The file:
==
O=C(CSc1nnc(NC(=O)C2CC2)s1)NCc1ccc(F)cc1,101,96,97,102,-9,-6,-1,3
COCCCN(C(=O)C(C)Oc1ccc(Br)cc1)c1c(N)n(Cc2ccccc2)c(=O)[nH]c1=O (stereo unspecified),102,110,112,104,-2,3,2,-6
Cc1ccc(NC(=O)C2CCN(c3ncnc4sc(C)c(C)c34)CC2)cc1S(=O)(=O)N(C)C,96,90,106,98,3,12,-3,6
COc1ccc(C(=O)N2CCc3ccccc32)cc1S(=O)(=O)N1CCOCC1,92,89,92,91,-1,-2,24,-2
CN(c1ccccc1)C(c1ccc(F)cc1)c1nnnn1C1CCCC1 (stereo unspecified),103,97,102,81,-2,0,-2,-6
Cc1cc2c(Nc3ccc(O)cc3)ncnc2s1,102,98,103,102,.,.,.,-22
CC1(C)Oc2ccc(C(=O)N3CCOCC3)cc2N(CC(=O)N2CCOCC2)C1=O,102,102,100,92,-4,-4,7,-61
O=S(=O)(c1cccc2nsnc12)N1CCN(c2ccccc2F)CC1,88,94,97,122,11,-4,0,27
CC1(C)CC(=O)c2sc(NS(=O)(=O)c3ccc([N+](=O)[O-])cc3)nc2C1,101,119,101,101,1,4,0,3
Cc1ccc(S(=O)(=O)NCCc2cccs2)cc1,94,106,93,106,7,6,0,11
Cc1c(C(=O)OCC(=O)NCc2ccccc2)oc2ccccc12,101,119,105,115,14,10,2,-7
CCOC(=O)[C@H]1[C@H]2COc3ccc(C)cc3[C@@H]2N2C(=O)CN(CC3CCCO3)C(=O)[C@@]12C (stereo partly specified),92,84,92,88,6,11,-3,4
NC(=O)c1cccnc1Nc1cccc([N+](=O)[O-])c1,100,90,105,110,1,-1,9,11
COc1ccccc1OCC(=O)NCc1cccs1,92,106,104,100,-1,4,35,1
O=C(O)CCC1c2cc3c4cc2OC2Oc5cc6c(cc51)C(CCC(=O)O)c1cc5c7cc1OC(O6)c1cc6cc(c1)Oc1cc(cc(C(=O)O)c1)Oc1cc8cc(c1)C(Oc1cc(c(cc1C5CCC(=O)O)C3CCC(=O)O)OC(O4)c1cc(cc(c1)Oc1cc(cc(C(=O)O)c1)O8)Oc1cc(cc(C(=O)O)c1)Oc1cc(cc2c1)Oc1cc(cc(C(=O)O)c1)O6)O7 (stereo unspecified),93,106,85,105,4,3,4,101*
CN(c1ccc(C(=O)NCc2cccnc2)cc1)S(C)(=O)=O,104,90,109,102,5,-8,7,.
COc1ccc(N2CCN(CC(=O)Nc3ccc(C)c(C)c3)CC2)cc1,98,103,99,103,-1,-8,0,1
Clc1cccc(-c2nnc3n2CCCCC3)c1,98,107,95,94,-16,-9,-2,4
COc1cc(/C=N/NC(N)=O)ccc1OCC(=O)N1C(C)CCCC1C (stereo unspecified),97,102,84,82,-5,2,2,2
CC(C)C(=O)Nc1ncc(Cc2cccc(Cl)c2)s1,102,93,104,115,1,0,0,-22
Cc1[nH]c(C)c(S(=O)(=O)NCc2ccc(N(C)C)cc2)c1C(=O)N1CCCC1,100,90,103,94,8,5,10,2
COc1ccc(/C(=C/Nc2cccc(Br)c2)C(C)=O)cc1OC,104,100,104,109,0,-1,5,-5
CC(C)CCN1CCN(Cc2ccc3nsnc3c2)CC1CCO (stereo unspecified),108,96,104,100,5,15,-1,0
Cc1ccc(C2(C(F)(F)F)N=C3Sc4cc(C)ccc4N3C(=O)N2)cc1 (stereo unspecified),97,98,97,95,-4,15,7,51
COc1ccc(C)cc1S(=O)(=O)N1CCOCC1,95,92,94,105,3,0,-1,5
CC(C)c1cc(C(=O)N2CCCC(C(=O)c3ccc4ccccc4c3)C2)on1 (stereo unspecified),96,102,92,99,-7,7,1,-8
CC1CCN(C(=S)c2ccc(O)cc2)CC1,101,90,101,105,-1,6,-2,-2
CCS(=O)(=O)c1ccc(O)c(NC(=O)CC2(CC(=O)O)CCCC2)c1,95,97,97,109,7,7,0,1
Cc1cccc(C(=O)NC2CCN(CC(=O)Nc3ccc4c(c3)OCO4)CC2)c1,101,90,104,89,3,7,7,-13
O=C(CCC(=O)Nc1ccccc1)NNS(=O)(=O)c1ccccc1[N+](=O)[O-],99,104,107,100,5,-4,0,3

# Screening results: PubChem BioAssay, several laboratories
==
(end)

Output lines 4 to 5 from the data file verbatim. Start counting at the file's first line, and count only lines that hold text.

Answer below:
COc1ccc(C(=O)N2CCc3ccccc32)cc1S(=O)(=O)N1CCOCC1,92,89,92,91,-1,-2,24,-2
CN(c1ccccc1)C(c1ccc(F)cc1)c1nnnn1C1CCCC1 (stereo unspecified),103,97,102,81,-2,0,-2,-6